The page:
Protects the hand and wrist nicely with a shock absorbent foam that will allow you to practice longer. Uses Velcro straps to ensure a snug fit on the hand, no matter what size. Works for all types of combat sports practices. Durable materials in the punch mitts allow them to last a long time.
Not made to fit children's hands. Not made for high-end training requirements from advanced fighters.
Nice level of padding on both the palm and the wrist to keep your hands protected during sparring sessions. Slight curvature in the punching mitts will mimic that of your hand, ensuring a comfortable fit. Foam padding is a little stiffer than some others, which results in a longer-lasting mitt.
Not made to meet the needs of advanced fighters. Gloves tend to run small.
Offered in six different color combinations. Slightly curved design fits the hand naturally. Foam padding is lightweight, but offers good shock-absorbing capability. Leather materials make these mitts easy to clean after a practice session. Velcro straps can be adjusted for a snug fit.
Doesn't deliver a high level of durability. Aimed at beginners, rather than experienced fighters.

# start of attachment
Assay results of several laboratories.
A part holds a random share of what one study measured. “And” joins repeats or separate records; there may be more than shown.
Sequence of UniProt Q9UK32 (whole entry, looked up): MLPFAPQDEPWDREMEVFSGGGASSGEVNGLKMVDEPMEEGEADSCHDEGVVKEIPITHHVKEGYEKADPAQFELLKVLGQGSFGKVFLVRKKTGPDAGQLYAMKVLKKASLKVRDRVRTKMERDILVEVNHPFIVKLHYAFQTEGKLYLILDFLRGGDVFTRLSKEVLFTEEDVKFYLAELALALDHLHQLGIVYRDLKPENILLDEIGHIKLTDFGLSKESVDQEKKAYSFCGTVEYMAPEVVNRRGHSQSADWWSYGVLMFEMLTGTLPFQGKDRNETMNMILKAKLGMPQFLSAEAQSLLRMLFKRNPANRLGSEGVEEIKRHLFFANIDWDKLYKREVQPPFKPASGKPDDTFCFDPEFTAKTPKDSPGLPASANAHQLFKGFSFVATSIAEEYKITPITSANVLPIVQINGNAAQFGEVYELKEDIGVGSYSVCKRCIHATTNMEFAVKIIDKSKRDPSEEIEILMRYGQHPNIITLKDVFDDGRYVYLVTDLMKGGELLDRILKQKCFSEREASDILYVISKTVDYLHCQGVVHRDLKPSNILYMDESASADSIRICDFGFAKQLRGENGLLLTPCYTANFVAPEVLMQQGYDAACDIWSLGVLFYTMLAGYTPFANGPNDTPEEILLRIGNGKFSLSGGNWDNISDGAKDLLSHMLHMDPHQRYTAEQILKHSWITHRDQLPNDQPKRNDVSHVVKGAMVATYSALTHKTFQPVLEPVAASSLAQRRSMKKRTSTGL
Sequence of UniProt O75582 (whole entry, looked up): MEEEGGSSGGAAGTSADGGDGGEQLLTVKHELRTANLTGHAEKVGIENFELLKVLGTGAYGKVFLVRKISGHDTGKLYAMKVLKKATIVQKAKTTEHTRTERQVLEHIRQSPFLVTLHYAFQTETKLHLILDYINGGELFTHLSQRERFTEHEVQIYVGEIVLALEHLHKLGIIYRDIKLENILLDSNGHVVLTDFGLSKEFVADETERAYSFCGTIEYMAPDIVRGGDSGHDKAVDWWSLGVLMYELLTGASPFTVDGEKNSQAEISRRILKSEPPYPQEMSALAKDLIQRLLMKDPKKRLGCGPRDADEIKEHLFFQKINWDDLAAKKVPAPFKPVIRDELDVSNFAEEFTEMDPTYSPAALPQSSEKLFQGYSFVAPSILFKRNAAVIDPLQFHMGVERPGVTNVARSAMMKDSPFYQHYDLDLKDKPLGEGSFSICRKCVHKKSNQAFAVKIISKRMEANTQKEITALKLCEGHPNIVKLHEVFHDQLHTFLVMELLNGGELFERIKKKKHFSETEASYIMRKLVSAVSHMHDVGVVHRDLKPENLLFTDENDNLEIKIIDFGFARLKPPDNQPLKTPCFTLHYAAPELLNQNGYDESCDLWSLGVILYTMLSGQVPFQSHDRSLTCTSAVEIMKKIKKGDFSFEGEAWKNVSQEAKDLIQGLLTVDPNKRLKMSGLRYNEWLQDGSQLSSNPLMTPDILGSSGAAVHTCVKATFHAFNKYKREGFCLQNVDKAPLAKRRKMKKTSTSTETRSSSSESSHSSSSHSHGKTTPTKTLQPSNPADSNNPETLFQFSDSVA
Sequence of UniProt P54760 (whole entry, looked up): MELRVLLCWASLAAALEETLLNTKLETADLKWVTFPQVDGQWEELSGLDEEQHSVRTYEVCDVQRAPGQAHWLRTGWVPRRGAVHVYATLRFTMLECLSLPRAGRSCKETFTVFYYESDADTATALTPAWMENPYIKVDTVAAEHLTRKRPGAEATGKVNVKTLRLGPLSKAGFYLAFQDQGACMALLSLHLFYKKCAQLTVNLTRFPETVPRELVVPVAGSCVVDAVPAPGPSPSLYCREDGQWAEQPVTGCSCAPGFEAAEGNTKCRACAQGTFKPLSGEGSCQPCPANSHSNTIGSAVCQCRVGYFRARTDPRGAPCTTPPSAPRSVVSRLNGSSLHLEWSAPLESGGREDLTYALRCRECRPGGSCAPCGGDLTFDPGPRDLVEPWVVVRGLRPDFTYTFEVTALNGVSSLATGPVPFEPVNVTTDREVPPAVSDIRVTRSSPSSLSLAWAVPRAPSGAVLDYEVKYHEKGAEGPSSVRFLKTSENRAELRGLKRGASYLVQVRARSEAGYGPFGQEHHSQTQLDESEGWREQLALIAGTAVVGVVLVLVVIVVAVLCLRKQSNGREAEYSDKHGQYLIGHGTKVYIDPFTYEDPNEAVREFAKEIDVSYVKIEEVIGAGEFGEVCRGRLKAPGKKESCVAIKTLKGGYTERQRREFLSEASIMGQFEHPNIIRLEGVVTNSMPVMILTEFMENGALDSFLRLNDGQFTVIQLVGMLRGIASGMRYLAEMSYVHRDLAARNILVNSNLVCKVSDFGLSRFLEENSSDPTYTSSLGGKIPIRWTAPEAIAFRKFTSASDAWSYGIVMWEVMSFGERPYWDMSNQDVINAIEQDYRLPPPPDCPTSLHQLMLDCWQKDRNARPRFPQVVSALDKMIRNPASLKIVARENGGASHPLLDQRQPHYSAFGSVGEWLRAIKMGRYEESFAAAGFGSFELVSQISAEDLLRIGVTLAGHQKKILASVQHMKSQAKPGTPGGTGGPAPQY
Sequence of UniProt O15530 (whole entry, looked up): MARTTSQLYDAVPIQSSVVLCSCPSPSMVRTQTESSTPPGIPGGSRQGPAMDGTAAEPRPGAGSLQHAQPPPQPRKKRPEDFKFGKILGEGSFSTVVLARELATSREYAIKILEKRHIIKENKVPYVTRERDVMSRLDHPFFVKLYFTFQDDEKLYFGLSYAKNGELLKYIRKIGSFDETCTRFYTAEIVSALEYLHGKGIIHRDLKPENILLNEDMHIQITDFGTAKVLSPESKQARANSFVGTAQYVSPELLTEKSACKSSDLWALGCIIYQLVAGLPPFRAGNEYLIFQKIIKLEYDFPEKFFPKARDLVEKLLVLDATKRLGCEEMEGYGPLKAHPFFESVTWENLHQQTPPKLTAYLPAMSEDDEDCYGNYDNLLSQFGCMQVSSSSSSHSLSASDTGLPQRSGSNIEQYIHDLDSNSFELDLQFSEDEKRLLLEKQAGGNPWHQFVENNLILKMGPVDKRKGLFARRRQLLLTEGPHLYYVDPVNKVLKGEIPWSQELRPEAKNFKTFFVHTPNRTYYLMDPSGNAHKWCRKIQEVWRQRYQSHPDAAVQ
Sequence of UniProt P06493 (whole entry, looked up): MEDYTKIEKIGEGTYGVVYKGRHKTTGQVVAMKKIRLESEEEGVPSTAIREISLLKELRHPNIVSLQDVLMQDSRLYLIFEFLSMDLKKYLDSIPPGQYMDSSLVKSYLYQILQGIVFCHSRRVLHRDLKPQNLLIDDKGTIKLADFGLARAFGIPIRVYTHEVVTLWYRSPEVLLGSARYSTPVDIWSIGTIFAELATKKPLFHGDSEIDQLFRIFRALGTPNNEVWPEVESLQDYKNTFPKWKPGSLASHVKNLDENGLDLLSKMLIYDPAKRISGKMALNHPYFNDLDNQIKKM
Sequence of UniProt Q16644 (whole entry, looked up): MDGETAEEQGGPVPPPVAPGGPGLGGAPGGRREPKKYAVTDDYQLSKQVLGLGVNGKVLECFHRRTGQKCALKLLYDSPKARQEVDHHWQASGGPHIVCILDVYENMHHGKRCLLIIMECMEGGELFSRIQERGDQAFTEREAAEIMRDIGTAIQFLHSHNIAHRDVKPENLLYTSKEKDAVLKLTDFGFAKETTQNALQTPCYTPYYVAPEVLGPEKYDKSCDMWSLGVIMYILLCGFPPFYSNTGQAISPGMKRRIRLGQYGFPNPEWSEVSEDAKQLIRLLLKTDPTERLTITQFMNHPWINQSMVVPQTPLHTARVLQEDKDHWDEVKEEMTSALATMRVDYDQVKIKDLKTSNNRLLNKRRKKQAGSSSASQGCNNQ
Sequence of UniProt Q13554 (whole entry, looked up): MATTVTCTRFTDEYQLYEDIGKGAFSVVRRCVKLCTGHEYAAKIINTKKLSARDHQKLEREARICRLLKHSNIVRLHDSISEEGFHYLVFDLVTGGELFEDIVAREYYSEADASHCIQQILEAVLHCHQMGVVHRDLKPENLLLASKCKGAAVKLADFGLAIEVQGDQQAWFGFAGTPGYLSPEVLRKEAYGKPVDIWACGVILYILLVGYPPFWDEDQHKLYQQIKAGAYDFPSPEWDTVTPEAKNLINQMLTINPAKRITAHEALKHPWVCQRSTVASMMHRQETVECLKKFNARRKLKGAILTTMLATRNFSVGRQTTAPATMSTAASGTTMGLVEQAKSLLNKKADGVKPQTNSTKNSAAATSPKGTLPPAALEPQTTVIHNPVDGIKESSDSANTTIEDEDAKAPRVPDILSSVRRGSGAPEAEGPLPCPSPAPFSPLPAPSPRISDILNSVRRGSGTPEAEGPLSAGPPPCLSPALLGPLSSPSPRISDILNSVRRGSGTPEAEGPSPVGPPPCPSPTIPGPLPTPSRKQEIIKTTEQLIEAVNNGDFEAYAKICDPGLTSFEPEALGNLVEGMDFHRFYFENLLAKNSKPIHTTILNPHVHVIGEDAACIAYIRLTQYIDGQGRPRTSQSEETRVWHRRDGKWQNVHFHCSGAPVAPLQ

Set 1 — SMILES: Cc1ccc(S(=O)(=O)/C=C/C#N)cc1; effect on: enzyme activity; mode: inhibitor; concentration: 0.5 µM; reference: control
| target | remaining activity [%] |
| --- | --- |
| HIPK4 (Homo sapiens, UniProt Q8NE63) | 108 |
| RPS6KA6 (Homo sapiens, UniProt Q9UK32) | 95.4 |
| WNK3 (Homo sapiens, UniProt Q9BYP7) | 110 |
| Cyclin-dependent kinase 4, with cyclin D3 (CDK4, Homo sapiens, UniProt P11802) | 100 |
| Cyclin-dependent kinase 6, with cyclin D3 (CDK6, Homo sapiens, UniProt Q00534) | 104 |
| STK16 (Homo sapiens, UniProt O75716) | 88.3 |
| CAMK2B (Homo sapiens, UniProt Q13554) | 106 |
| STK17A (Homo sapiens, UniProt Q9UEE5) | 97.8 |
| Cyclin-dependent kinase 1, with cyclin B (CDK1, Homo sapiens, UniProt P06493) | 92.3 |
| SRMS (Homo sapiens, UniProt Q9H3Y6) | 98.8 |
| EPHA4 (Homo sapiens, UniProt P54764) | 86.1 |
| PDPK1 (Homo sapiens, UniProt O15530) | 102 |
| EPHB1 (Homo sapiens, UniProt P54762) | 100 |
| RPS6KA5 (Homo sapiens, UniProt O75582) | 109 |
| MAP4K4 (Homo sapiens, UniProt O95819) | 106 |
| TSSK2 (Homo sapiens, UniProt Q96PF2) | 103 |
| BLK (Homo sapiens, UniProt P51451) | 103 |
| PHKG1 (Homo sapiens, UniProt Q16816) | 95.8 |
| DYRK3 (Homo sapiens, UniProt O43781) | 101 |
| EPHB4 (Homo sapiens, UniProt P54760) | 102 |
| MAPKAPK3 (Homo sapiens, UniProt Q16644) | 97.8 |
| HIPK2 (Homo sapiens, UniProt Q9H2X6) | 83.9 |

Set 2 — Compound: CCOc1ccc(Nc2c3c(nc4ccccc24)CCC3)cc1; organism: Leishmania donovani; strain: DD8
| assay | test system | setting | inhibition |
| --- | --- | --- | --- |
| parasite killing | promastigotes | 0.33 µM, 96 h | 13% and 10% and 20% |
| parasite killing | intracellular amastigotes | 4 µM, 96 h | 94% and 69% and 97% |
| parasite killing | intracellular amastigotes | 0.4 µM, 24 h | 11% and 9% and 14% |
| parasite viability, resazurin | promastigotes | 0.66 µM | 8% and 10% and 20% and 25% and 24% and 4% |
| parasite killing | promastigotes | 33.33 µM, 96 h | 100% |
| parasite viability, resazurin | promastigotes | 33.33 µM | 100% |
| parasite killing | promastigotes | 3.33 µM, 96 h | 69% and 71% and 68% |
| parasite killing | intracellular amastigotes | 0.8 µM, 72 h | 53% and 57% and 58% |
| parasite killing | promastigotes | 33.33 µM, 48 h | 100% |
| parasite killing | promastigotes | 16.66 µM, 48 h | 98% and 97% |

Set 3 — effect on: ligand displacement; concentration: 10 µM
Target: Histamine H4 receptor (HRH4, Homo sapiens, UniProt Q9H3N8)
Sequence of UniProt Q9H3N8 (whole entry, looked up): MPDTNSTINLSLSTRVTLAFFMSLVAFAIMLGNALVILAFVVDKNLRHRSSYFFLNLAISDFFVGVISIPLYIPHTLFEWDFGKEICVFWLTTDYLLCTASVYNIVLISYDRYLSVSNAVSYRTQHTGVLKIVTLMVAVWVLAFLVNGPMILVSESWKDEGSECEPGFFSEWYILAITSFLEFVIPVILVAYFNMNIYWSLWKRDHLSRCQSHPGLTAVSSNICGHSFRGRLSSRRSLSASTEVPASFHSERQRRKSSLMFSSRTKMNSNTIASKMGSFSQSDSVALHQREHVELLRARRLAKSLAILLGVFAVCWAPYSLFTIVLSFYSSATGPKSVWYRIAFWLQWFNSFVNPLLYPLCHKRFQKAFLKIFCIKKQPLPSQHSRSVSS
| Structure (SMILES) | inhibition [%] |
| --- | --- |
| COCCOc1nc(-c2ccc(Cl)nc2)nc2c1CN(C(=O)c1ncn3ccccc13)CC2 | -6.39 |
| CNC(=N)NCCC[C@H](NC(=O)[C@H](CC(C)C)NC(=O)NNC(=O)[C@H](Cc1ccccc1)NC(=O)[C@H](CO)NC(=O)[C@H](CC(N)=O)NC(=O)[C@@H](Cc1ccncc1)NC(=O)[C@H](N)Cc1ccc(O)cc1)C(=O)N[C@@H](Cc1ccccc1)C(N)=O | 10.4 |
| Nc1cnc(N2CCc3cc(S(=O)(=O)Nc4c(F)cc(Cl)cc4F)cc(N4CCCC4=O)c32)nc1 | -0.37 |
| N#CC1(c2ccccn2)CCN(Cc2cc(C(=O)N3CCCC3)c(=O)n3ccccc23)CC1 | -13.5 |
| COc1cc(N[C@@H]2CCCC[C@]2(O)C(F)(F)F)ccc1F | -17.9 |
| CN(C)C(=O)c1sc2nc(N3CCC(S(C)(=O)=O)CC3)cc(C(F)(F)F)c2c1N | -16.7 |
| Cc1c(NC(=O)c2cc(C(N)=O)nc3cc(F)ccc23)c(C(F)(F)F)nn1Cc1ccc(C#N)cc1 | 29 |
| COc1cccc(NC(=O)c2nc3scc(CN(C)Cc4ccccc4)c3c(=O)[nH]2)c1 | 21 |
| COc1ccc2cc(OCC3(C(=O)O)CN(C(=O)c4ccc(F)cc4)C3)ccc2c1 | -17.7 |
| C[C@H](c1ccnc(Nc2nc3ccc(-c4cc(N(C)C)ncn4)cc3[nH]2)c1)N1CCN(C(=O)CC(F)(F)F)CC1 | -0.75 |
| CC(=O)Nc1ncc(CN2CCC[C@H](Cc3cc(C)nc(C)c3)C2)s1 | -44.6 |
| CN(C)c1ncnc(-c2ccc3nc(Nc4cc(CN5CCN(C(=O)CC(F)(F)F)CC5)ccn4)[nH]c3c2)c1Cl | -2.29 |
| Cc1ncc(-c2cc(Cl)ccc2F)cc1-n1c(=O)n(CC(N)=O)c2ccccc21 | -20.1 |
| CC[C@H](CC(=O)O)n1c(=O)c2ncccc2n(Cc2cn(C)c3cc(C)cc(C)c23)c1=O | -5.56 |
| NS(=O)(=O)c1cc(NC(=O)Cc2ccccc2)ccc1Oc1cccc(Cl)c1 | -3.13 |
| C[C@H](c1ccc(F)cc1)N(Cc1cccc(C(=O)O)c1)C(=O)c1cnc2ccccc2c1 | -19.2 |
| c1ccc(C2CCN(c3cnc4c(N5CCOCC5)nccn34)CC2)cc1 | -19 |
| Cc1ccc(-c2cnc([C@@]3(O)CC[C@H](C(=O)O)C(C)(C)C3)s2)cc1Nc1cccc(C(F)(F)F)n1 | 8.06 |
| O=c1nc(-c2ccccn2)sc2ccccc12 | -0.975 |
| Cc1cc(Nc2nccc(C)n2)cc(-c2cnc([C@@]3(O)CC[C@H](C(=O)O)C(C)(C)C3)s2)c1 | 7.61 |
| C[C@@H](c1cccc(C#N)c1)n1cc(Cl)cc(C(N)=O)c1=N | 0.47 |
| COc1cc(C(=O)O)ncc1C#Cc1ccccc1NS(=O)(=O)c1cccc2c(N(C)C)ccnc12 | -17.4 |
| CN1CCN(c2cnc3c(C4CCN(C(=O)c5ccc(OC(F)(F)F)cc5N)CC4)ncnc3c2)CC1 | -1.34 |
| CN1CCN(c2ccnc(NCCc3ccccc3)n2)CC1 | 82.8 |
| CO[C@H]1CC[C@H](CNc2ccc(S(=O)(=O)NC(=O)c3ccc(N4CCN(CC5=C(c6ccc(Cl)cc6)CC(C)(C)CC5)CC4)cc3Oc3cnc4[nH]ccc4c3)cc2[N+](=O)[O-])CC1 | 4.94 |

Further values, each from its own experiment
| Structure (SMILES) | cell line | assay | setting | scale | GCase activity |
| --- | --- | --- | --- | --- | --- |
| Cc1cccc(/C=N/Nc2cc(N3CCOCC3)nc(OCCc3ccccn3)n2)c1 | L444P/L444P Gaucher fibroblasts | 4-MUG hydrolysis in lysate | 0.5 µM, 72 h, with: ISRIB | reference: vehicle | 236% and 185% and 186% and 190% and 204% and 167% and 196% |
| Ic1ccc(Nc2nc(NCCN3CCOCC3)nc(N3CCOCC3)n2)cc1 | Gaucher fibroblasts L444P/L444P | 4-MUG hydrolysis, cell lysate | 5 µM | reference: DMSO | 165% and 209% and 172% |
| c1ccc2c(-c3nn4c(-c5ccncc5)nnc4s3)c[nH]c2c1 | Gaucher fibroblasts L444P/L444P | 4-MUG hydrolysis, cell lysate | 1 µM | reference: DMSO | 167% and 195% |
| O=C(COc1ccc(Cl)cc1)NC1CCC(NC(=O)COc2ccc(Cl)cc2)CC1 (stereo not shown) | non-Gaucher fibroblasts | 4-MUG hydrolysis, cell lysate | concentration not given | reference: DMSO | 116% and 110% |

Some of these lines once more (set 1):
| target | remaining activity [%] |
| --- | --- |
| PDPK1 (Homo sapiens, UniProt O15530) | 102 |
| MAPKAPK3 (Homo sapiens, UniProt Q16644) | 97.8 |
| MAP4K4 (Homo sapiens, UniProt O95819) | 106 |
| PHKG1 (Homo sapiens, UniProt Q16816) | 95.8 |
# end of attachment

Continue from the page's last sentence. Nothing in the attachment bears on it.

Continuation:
High-quality backing materials in the punch mitts will give you a high level of performance. Padding in the mitts will remind you more of a sparring glove, as it keeps your hands safe. Includes an anti-microbial coating to avoid soaking up sweaty odors for an easier clean-up process.
Not made to stand up to high-level workouts. Mitts may not return to original shape easily after workouts.
Thick padding in the wrist area straps keep the wrists protected during sparring and keep the mitts tightly in place. Shape of mitts forces your hands and arms into the proper position to absorb the punches. Good level of padding throughout the large mitts. Will stand up to tough workouts.
More expensive than punch mitts made for beginners. Takes longer to put on and take off.